Powerlifter competes on world stage as he eyes a future in physical therapy

By Diane Smith

Charles Okpoko Unt Health Science Center Physical Therapy Student Web

Charles Okpoko’s 2020 goals are taking him to England where he hopes to earn a Champion of Champions title in powerlifting – a sport that has him hoisting hundreds of pounds for fun.

Okpoko juggles life, training and his studies as a first-year physical therapy student at the UNT Health Science Center. He has been setting records and hitting personal bests as a higher education student, first as an undergraduate student in Austin, and now as a student at the School of Health Professions.

“I’m making sure I’m balancing school, social life and powerlifting,” said the 24-year-old, who was drawn to physical therapy because of his passion for fitness and medicine.

In March, Okpoko is competing in the Sheffield 2020 Powerlifting Championships organized by the International Powerlifting Federation and SBD Apparel. The event is described as a first of its kind, and it promises to produce a powerlifting champion of the world.

In his quest for Champion of Champions, Okpoko will have to perform three lifts – squat, bench press and deadlift – while lifting more than 300 pounds for each event. Competitors have their eyes on a cash prize of 250,000 euros or $275,275.

Okpoko competed in collegiate powerlifting while earning his undergraduate degree in exercise science at The University of Texas at Austin.  He has earned several accolades, including three Collegiate National Championship titles, two Junior National Championship titles and two Junior World Championship titles.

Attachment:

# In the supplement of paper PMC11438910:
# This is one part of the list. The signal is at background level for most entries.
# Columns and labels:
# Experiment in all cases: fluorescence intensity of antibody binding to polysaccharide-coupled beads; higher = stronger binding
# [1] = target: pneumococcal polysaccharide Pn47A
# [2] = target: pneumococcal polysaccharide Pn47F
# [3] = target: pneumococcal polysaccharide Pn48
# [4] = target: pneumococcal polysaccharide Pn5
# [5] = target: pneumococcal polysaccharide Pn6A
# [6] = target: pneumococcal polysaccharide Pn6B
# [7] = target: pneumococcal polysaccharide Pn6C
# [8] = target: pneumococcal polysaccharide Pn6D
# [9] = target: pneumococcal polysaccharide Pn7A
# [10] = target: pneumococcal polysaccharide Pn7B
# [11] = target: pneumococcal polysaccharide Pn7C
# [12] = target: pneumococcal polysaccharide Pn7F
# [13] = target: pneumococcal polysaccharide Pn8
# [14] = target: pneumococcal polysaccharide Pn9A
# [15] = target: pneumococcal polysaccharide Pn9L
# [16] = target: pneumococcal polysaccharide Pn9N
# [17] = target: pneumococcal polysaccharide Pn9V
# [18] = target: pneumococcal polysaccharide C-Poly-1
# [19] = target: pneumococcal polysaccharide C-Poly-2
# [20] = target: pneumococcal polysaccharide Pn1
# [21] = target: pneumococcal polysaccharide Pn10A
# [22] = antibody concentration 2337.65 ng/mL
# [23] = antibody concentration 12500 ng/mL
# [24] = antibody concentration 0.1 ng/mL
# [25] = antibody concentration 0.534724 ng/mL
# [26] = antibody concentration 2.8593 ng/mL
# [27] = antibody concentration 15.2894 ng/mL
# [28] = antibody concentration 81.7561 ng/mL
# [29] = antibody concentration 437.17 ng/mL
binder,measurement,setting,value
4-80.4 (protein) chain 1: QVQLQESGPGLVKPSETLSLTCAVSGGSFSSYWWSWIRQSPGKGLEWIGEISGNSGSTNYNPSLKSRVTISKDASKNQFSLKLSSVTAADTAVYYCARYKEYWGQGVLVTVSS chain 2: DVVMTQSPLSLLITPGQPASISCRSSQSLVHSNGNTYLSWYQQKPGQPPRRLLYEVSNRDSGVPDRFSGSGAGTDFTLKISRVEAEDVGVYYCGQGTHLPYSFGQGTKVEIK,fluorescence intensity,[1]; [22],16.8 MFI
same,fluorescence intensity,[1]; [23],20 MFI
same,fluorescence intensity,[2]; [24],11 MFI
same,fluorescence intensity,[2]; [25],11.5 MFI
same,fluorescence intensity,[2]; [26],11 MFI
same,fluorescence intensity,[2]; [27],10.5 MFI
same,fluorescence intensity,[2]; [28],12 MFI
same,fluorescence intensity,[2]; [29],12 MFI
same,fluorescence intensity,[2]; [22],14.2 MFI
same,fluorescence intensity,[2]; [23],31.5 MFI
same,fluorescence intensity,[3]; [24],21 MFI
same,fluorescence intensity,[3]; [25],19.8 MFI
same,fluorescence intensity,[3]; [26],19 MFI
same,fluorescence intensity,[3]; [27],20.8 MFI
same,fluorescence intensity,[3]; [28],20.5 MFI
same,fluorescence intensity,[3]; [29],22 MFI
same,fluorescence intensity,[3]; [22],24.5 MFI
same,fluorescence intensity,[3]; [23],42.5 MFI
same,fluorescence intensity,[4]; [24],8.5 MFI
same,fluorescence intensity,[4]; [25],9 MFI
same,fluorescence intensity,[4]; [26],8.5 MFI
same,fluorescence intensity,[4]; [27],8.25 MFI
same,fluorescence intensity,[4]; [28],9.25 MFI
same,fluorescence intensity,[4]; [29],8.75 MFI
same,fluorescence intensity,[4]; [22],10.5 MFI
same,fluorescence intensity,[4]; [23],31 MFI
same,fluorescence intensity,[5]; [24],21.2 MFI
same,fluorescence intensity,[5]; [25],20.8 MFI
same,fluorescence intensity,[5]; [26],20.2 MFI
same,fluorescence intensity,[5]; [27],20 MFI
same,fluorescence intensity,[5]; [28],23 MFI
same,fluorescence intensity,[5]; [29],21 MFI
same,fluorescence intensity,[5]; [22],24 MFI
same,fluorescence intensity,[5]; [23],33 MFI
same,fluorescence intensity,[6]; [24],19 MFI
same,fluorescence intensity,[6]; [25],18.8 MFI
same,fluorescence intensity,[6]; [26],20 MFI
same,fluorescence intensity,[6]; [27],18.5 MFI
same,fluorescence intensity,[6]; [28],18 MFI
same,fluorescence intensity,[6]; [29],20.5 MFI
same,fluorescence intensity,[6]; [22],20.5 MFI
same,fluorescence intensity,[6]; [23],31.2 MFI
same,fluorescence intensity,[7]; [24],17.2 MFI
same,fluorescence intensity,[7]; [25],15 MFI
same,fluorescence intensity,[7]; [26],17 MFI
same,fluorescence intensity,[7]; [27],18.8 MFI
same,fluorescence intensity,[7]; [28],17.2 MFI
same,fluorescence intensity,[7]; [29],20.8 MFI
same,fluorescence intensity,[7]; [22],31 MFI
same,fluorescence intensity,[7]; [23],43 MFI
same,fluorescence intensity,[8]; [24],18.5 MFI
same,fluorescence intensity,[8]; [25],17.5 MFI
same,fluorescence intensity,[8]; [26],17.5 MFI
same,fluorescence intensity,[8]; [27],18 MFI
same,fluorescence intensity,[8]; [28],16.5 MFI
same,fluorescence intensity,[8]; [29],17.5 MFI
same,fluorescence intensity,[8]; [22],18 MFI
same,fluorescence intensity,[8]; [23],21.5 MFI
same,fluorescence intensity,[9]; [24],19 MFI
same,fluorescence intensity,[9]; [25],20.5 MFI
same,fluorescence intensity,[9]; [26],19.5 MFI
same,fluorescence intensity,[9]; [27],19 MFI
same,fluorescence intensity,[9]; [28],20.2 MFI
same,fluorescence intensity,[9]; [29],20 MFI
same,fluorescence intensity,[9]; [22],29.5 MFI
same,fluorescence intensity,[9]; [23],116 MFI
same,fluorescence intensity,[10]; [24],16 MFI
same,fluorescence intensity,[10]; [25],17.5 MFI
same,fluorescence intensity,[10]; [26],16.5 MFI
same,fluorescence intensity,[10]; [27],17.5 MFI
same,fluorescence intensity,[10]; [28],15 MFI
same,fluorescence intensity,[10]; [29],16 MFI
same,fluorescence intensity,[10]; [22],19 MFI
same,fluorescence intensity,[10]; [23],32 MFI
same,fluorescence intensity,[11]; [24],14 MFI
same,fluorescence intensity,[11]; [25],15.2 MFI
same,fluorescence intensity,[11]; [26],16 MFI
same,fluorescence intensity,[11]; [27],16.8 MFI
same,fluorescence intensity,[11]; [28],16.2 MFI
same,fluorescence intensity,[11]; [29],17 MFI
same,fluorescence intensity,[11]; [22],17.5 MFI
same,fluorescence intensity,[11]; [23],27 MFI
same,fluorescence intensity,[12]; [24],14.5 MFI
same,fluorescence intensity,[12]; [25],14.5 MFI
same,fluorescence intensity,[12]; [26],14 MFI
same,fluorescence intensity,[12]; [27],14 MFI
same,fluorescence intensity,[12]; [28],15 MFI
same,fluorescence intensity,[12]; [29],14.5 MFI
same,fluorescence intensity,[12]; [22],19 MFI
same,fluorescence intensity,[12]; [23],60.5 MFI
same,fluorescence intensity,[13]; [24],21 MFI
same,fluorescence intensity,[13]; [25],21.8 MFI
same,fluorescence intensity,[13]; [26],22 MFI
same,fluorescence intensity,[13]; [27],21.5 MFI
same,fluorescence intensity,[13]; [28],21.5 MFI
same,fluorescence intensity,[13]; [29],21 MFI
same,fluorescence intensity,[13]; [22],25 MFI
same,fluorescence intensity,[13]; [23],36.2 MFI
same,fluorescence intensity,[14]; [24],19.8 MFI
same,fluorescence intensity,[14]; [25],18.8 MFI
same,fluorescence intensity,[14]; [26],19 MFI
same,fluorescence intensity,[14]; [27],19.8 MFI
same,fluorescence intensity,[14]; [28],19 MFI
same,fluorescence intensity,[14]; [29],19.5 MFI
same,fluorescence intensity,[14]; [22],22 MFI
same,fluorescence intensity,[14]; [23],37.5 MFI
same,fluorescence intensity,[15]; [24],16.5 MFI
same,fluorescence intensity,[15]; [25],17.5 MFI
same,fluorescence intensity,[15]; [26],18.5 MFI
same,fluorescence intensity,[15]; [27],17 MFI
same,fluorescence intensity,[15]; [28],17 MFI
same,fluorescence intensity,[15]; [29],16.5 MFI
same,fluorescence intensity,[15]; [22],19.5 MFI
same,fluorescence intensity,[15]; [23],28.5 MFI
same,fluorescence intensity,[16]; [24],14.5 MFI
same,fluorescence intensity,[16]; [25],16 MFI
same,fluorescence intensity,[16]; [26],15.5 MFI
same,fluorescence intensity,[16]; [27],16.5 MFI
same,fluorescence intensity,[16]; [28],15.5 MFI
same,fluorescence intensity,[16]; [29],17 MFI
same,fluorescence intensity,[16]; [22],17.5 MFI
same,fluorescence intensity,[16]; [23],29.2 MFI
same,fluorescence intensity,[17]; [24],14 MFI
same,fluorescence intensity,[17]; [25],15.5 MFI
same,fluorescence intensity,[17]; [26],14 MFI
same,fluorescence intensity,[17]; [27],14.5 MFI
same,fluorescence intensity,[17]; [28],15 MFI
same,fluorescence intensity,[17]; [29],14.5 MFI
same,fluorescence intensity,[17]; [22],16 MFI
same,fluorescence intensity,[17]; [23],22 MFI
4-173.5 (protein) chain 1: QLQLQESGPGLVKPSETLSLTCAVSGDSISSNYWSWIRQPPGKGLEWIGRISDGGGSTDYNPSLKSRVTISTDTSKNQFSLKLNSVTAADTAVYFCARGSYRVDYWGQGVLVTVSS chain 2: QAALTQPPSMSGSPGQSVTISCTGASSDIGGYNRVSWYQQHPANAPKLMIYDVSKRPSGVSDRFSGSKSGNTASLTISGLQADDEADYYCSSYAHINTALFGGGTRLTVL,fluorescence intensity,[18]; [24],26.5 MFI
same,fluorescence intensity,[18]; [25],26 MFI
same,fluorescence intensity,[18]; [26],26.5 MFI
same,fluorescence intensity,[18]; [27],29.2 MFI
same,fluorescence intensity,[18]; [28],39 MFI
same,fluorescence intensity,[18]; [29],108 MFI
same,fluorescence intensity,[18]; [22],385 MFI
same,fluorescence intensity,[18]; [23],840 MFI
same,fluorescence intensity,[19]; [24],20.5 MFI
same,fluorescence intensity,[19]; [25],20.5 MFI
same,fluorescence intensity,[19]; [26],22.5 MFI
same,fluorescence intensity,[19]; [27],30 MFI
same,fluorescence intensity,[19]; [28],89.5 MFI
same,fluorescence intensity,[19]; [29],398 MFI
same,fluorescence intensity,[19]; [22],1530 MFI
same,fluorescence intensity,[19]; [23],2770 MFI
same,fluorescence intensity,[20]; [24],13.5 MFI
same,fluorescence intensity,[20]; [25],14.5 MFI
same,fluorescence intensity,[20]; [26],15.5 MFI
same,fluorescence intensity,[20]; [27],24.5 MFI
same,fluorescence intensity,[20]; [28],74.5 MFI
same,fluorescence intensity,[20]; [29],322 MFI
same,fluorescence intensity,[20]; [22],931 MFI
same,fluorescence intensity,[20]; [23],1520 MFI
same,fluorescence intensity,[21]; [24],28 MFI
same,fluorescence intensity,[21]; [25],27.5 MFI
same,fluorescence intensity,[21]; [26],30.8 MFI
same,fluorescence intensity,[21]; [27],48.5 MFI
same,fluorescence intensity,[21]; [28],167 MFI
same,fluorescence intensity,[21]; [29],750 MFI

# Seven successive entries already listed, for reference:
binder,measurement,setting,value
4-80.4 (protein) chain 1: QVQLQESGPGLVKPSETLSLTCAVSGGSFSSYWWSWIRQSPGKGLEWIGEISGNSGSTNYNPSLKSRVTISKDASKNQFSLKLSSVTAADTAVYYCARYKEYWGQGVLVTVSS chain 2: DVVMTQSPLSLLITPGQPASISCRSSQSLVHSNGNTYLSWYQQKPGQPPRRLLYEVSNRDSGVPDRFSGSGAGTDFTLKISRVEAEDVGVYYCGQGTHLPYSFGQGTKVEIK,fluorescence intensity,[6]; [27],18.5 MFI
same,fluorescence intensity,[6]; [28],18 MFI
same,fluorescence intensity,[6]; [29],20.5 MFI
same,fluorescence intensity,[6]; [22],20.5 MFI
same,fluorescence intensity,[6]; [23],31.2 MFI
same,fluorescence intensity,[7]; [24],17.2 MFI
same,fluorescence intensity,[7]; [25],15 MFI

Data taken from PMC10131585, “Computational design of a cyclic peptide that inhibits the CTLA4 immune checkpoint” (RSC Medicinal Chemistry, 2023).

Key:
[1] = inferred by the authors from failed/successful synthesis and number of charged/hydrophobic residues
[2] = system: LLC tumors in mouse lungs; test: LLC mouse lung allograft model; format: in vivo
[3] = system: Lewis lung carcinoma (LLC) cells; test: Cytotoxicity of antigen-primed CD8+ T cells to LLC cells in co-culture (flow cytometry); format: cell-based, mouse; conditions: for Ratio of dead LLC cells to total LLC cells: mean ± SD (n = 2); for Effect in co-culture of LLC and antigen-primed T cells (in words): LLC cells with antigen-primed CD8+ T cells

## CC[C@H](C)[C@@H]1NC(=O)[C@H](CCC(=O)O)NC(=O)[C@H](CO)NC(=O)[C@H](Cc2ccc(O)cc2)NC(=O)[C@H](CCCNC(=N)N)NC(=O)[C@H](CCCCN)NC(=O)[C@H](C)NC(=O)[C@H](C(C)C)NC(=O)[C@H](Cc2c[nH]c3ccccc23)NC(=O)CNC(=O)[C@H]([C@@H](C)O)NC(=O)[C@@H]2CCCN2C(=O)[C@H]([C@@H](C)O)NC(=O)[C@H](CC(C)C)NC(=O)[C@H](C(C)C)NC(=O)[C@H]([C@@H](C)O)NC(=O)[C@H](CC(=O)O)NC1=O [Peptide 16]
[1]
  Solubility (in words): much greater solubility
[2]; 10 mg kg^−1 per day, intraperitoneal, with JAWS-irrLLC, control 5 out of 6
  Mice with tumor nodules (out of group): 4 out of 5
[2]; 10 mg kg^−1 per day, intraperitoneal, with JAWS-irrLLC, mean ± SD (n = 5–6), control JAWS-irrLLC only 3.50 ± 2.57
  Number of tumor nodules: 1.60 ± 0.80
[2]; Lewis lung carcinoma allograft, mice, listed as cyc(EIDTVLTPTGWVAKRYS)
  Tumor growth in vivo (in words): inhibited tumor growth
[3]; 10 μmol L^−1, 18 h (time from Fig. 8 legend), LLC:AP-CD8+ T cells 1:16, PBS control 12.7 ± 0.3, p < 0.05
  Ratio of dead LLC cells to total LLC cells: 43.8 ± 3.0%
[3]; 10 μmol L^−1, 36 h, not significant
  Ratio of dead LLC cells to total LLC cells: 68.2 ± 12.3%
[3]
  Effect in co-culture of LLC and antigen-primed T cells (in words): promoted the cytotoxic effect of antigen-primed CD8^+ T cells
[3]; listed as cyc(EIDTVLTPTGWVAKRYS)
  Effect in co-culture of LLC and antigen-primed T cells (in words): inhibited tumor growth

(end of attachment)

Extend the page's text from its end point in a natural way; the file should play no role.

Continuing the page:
Okpoko, who is his own coach, trains 12 to 15 hours spread across four days a week at a gym in North Richland Hills. He also works as a personal trainer offering coaching online. During a recent work out, the 145-pound Okpoko lifted 363 pounds.

Okpoko said he likes the rush of emotions that come with competition.

“Very few things compare to walking out on the platform – the stage – and just having bright lights, cameras and the audience yelling your name and cheering you on,” Okpoko said. “That’s a great rush. That’s a great exciting feeling.”

Okpoko, who played football in high school in Wylie, Texas, said the excitement he feels powerlifting is similar to the thrill of competition he felt while playing football.

Powerlifting is also somewhat similar to being a performer, and he doesn’t like to disappoint audiences.

“I feed off of the crowd,” Okpoko said. “There is some showmanship to it.”

Sometimes, there is even a little crying in powerlifting.

“Tears of joy. Tears of sadness – either or – but usually tears of joy on my part,” Okpoko said with a laugh.

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